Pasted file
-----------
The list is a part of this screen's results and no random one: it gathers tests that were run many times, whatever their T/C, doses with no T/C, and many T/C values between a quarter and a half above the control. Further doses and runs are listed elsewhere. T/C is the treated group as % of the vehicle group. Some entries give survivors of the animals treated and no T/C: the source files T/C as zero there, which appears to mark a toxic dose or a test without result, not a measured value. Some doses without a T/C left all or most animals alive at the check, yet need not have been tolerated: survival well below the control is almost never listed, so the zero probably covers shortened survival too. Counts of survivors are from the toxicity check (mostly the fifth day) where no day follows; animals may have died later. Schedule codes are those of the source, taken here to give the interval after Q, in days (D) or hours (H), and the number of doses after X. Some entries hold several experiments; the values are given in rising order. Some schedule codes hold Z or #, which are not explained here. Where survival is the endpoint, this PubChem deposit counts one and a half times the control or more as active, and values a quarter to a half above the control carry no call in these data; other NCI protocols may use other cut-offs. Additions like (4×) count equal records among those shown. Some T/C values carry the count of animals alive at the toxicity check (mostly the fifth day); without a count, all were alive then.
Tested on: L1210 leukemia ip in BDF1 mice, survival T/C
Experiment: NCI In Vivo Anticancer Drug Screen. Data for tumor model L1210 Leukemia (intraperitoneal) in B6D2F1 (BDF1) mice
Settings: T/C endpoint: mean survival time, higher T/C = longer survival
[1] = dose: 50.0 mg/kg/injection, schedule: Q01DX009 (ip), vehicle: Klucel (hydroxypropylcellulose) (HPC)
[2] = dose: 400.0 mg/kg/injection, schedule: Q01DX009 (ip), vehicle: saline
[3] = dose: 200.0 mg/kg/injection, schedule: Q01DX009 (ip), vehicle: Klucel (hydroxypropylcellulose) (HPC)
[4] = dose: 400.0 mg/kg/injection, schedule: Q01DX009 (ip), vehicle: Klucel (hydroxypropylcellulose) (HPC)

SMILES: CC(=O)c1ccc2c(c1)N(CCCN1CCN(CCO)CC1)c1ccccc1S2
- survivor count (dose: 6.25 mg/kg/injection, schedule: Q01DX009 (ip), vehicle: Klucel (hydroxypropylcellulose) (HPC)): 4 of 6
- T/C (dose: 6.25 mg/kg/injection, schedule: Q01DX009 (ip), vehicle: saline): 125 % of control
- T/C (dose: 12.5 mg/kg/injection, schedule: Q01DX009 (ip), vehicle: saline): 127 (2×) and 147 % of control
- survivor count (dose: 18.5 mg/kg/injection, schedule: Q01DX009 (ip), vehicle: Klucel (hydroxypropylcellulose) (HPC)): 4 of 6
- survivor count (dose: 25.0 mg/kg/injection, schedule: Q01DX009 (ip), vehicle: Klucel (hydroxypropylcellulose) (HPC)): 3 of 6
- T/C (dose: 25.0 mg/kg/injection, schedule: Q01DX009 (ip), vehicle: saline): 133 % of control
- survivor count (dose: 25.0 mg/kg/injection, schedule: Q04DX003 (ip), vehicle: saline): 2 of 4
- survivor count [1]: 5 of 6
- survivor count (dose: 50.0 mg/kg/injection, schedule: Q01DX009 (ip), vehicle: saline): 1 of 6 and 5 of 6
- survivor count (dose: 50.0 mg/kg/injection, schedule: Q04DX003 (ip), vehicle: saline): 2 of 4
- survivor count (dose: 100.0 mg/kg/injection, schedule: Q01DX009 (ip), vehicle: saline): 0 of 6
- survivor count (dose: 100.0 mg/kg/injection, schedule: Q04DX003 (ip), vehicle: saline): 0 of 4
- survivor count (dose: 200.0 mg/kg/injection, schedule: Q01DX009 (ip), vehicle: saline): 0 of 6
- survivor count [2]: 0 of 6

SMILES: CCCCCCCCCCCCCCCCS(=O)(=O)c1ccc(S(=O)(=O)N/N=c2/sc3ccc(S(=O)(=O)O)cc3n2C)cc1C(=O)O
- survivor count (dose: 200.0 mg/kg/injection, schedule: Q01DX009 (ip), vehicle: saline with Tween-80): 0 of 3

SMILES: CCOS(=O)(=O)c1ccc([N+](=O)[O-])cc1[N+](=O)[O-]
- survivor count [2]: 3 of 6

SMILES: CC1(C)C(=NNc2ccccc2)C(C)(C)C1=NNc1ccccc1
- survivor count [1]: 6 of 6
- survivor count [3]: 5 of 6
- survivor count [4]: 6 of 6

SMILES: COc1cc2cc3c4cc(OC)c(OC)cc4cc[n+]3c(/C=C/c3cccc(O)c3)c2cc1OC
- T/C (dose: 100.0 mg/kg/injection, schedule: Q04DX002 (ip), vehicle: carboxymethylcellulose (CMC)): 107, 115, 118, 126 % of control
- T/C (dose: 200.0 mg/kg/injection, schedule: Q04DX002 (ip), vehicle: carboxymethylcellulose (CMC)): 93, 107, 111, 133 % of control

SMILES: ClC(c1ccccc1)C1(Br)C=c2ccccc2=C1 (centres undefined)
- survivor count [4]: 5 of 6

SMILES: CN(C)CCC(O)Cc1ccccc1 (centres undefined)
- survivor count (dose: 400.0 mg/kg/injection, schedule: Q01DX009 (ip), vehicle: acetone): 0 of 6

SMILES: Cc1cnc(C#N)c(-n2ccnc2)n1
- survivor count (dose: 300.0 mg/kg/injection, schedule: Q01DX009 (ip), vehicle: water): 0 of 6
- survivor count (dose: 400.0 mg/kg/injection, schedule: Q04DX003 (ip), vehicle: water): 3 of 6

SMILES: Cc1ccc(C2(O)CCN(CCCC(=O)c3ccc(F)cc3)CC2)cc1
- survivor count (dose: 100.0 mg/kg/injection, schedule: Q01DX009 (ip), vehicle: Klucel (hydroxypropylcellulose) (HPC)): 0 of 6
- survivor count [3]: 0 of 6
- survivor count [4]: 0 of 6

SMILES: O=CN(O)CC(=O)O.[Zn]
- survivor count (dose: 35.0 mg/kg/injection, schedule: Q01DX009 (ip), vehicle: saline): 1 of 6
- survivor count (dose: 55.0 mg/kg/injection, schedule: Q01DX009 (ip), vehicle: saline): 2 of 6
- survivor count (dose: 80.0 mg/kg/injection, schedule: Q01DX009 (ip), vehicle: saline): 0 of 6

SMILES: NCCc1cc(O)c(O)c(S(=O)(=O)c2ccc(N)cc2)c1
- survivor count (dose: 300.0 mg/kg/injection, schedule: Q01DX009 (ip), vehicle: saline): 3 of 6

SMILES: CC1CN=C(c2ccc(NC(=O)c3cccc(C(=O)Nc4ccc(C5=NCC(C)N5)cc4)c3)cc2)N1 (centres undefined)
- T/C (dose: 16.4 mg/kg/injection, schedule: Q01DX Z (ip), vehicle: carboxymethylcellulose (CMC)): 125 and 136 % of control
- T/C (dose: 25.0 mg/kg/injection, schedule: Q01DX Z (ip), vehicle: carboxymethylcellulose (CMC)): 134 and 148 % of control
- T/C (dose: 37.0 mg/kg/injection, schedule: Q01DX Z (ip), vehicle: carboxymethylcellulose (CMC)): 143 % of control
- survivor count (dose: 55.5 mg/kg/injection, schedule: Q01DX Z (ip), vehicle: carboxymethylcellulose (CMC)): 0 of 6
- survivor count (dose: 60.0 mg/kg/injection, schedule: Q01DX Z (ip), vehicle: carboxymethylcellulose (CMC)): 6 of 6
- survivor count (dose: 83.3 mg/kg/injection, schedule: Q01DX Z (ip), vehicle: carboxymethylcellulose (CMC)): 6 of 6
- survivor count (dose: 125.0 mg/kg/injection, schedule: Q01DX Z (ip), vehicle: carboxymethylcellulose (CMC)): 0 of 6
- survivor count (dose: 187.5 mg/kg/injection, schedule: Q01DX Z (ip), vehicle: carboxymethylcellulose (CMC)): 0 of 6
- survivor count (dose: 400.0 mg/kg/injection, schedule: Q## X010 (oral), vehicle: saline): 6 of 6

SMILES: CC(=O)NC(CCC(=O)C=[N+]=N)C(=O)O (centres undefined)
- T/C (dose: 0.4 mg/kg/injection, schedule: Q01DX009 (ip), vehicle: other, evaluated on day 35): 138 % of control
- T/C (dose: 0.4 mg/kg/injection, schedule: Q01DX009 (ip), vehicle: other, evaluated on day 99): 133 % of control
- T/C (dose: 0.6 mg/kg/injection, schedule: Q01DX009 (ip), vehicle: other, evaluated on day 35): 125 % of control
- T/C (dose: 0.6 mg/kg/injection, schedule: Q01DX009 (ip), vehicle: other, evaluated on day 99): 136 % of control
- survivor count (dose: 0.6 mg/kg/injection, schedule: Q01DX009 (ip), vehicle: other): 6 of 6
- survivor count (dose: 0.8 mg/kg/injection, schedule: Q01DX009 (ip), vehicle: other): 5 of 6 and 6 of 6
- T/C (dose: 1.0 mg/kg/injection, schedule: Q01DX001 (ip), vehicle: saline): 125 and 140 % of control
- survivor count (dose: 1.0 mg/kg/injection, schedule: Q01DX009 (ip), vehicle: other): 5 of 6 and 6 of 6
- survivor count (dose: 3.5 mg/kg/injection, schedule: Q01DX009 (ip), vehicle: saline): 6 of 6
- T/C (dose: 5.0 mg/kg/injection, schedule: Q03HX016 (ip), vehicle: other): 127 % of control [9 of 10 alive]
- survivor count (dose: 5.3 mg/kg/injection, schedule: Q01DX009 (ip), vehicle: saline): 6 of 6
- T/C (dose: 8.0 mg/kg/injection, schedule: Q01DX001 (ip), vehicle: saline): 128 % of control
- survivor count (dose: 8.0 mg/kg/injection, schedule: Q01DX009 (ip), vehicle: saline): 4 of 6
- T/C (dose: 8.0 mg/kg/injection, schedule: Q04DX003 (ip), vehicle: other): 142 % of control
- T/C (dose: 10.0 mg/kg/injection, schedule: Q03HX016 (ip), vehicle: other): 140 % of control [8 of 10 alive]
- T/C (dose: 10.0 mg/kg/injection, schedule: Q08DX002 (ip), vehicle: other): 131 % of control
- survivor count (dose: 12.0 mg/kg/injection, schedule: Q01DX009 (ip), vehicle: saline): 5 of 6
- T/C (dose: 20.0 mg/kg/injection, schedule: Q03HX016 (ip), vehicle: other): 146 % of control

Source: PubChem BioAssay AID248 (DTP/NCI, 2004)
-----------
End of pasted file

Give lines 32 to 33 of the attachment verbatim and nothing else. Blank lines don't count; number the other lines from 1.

SMILES: COc1cc2cc3c4cc(OC)c(OC)cc4cc[n+]3c(/C=C/c3cccc(O)c3)c2cc1OC
- T/C (dose: 100.0 mg/kg/injection, schedule: Q04DX002 (ip), vehicle: carboxymethylcellulose (CMC)): 107, 115, 118, 126 % of control